Engineering materials contributing to national and international advanced manufacturing

  • UQ’s strength spans metallic materials, polymers and composites, which contribute to national and international advanced manufacturing, including automotive, aerospace, military, mining and mineral, and food industries. Further strengths include solidification, powder metallurgy, surface engineering, corrosion and property analysis, laser assisted machining of titanium, hypersonic materials and thermoplastic matrix composites.

  • The Centre for Advanced Materials Processing and Manufacturing (AMPAM) integrates a number of national research centres, including nodes of the ARC Centre of Excellence for Design in Light Metals, the Defence Materials Technology Centre, former CRC CAST, CRC for Advanced Composite Structures, Polymer CRC and former CRC for Rail Innovation. AMPAM provides a powerful platform for undertaking cutting-edge and breakthrough research on engineering materials. These centres bring with them very large national and international industry and research networks that facilitate beneficial collaborations, for example, the Nihon Superior Centre for the Manufacture of Electronic Materials (NSCMEM) established in 2012 and funded by Nihon Superior. UQ researchers are also having a significant influence on the conduct of international research. Examples include the development of the edge-to-edge matching model and the quantification of the role of alloy chemistry in defining the as-cast grain size.

  • Current partners in engineering materials research include Thales, Australian Defence Apparel, ANSTO, BAE Systems Australia and BlueScope Steel, Advanced Composite Structures Australia Pty Ltd, Defence Science and Technology Organisation, Defence Materials Technology Centre, Airbus, Cassidian, Australian Aerospace Composites and other industry and research partners.

Materials for clean energy, environment and health

  • UQ Materials Engineers have been part of the nanotechnology revolution, leading functional nanomaterials research for solutions to clean energy and environmental technologies. Research has led to breakthrough developments of photocatalysts for solar-driven water pollutant removal and new generation solar cells, polymer nanostructures, nanowires and quantum dots. Much of this work is conducted within the Nanomaterials Centre (part of the former ARC Centre of Excellence for Functional Nanomaterials), established by leading researcher Professor Max Lu. The centre holds numerous patents and has collaborated with major petroleum and biotechnology companies.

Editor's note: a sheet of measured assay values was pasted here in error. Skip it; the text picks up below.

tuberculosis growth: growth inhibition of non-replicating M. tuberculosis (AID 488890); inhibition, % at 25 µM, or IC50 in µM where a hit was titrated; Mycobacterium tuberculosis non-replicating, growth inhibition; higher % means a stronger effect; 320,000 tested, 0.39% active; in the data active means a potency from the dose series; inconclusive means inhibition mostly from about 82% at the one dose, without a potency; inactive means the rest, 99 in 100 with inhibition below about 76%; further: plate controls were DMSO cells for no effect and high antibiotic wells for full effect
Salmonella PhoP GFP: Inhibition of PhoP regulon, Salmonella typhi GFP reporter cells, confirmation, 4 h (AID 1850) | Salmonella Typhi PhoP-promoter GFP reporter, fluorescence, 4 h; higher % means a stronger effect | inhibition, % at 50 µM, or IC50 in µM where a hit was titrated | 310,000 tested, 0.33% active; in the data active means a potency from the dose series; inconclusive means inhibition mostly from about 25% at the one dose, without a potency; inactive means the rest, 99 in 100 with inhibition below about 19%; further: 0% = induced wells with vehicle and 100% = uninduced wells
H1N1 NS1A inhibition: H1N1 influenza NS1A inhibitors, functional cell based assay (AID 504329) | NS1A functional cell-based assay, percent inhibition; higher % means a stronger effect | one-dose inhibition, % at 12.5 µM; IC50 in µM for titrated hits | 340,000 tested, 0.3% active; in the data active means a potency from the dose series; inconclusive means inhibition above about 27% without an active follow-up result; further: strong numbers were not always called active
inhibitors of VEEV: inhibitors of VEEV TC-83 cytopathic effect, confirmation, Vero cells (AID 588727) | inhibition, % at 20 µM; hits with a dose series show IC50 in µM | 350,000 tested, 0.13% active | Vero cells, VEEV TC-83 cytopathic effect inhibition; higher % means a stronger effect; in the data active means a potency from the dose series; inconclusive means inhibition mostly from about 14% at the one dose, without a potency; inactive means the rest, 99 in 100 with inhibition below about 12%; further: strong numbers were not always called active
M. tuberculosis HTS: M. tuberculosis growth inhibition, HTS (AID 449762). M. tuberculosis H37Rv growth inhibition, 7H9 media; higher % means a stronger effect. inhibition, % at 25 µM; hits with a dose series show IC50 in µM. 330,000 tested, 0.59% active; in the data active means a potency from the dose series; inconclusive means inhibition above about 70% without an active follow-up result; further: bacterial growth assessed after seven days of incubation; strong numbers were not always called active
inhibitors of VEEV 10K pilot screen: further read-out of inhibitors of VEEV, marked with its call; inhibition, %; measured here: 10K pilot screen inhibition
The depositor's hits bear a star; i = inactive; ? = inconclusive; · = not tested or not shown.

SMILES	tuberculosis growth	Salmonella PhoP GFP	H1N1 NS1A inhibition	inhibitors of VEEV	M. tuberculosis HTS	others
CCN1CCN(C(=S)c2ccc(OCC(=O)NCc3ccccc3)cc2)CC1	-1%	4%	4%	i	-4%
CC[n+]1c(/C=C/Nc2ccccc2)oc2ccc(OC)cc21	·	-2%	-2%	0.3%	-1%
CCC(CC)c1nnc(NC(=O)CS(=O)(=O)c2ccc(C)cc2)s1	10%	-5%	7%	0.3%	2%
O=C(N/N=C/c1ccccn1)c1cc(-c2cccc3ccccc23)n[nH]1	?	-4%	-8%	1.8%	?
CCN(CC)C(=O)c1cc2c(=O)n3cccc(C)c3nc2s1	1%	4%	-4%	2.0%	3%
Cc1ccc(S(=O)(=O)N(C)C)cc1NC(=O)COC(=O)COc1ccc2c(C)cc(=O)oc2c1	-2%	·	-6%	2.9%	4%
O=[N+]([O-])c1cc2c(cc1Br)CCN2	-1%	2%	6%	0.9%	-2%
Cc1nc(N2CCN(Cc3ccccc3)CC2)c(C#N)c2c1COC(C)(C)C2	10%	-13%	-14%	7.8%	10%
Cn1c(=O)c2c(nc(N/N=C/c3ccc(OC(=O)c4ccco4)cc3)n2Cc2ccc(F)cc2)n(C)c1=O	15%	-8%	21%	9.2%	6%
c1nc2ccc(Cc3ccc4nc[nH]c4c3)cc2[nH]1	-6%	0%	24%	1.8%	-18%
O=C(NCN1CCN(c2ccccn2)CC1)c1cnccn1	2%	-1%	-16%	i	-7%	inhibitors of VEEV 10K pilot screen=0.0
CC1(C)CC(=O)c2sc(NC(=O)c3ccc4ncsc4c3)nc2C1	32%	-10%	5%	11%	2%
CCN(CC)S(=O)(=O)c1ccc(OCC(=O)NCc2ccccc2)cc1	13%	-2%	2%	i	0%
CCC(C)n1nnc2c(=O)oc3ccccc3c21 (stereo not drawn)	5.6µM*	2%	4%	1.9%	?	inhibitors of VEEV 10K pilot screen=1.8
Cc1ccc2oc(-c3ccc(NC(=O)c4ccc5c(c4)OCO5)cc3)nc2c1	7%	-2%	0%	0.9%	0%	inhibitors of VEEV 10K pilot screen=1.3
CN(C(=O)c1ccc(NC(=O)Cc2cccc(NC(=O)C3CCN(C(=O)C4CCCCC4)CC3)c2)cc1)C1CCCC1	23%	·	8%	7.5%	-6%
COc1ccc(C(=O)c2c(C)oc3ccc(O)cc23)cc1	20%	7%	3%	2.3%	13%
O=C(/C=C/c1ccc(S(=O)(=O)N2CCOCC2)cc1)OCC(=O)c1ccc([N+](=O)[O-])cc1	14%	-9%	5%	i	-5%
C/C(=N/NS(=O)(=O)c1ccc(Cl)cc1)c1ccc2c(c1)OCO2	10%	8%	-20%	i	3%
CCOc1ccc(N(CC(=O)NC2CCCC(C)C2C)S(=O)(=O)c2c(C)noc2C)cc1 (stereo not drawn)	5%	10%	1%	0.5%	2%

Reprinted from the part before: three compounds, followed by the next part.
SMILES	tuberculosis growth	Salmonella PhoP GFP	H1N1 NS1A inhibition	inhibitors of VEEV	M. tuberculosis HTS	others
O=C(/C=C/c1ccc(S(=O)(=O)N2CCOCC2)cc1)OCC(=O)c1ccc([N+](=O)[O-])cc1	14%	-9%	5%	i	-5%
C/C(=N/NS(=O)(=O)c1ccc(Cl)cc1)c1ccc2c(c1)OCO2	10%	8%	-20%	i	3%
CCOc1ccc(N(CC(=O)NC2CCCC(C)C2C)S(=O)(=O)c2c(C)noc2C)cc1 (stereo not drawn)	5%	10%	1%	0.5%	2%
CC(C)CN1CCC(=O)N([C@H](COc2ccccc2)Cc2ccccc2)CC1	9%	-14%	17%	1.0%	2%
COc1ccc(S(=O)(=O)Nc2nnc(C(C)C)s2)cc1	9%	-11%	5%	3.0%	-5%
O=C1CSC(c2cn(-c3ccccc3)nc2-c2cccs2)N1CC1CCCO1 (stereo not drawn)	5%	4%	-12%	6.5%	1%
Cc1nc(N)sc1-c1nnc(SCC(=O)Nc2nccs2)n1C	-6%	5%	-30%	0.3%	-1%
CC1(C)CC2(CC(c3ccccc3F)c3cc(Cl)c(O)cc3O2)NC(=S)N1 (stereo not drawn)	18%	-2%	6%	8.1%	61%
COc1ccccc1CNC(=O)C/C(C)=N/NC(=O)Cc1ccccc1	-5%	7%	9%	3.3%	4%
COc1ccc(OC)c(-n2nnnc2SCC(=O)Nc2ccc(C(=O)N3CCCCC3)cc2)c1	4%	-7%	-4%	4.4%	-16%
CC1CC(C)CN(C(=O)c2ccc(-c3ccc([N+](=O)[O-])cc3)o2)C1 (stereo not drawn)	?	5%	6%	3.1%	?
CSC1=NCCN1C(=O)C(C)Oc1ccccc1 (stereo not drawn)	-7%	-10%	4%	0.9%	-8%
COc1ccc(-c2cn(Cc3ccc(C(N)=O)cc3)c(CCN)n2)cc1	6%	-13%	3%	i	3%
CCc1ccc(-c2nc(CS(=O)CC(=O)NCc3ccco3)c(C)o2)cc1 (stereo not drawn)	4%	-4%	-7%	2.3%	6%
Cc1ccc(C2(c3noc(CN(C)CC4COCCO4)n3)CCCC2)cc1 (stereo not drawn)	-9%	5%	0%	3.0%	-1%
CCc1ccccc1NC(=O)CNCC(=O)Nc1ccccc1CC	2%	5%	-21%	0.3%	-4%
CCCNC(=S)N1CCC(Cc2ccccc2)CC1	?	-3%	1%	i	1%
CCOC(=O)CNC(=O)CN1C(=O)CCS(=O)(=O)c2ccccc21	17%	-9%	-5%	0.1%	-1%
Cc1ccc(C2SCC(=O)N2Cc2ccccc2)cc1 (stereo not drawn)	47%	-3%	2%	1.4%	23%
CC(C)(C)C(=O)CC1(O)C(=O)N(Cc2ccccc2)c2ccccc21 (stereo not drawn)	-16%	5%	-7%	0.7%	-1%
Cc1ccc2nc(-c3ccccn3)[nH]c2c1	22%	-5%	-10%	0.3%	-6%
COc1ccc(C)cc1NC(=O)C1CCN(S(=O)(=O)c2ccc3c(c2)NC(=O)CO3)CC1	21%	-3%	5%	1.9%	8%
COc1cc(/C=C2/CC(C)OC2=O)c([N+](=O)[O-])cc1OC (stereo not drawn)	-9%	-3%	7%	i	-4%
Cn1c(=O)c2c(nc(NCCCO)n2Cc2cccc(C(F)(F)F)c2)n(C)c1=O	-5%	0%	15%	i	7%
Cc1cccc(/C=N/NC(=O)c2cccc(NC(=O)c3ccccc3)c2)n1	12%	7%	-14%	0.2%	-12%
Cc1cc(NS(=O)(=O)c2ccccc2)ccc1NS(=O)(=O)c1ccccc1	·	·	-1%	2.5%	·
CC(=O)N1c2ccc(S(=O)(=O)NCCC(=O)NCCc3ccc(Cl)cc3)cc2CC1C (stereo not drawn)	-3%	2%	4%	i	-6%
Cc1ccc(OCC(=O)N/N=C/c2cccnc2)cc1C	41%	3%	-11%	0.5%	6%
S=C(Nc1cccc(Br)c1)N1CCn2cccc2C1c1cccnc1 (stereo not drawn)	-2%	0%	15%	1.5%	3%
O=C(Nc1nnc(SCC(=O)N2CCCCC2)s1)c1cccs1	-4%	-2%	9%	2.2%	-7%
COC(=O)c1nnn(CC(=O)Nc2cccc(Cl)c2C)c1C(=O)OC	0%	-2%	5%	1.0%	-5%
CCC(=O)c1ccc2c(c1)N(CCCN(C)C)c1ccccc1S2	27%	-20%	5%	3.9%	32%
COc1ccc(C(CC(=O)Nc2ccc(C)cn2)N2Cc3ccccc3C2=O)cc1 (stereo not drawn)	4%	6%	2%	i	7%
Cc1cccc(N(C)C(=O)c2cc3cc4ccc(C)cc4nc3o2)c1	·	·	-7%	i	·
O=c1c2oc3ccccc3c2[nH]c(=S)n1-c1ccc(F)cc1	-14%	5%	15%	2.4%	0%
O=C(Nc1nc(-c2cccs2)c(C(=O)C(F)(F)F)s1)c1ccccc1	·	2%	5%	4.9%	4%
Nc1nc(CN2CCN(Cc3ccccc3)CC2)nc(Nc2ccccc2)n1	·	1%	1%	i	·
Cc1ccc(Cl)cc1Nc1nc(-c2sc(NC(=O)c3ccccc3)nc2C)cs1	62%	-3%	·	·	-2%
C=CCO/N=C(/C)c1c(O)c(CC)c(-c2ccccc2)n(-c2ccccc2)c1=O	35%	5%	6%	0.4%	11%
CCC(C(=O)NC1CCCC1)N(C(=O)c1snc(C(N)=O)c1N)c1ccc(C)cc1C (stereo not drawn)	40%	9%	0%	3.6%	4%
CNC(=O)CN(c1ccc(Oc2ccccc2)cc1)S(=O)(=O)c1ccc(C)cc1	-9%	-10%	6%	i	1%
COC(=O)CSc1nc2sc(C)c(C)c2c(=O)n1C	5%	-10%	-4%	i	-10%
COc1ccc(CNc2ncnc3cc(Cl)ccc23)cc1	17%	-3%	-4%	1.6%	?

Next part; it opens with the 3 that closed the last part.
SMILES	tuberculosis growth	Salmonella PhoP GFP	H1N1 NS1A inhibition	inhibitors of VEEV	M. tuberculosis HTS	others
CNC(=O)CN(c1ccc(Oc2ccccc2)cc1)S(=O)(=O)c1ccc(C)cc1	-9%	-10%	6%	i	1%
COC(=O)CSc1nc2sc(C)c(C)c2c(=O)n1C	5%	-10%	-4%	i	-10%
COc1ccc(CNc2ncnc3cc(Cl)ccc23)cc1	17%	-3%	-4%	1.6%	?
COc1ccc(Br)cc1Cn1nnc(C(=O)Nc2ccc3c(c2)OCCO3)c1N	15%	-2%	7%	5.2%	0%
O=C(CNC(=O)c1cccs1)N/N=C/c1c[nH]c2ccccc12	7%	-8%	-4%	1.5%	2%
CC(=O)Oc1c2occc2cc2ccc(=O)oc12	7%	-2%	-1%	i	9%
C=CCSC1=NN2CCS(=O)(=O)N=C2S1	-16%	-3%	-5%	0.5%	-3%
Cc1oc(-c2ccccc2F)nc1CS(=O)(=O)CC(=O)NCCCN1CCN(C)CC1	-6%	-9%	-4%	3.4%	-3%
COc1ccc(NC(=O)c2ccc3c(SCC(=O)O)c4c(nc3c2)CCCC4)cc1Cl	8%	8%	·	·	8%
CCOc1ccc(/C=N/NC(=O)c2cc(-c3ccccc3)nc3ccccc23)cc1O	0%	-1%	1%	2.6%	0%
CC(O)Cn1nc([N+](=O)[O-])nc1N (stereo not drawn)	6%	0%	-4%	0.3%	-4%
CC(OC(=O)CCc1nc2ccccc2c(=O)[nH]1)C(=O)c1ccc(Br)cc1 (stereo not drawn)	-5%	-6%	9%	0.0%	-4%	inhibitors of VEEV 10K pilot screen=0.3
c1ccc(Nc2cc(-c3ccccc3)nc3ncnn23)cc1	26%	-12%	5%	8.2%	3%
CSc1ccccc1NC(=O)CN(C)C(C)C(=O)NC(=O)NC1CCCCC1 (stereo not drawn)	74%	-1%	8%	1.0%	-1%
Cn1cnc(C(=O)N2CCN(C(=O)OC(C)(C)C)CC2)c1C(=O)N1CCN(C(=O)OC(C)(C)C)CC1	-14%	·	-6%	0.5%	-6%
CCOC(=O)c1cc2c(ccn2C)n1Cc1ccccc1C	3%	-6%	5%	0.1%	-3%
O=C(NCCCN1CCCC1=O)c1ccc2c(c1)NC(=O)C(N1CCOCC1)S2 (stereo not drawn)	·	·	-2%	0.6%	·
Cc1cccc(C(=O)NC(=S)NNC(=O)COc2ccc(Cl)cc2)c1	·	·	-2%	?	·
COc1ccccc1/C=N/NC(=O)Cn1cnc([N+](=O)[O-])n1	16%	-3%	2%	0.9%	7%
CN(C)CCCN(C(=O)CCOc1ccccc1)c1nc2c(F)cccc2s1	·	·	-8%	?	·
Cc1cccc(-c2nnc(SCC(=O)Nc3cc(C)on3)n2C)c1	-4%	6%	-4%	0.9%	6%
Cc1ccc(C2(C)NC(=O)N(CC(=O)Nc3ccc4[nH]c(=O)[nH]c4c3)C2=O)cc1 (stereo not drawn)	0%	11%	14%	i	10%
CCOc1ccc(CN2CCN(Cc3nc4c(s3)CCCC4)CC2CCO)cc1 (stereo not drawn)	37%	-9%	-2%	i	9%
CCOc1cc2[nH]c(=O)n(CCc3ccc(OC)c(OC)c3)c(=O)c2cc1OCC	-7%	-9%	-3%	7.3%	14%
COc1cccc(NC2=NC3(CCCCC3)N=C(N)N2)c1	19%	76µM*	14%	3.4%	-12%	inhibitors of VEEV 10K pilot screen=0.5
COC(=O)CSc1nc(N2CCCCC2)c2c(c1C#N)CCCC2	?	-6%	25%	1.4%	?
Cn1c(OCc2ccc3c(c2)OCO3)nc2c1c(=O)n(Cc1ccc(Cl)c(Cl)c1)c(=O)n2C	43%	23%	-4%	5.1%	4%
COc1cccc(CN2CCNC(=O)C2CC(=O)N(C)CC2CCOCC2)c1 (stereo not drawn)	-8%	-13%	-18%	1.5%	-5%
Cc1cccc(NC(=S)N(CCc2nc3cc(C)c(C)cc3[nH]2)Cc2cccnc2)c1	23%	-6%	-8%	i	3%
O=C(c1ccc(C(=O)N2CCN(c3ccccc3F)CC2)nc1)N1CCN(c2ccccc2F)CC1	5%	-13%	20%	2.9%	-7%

• Biomedical materials research is a major focus of UQ’s Australian Institute for Bioengineering and Nanotechnology and has contributed to the advancement of novel medical technologies and fundamental science. UQ’s strengths include nanostructured assembly and manipulation of matter to produce materials and devices for application in medicine and biotechnology, investigation of novel methods of manufacturing polymeric scaffolds and methods of surface engineering of these scaffolds for drug delivery and tissue engineering applications, processing multiphase polymers and biopolymers for high value manufacturing and biomedical applications developing membranes, biopesticides and veterinarian vaccines for the agricultural sector and surface modification of biodegradable scaffolds for tissue engineering.

  • The Centre for Organic Photonics and Electronics (within the School of Chemistry and Molecular Biosciences) is a world-leading interdisciplinary centre combining synthesis, materials and device characterisation, molecular modelling and condensed matter theory. Core research activities include materials for organic solar cells and macromolecular organic LEDs.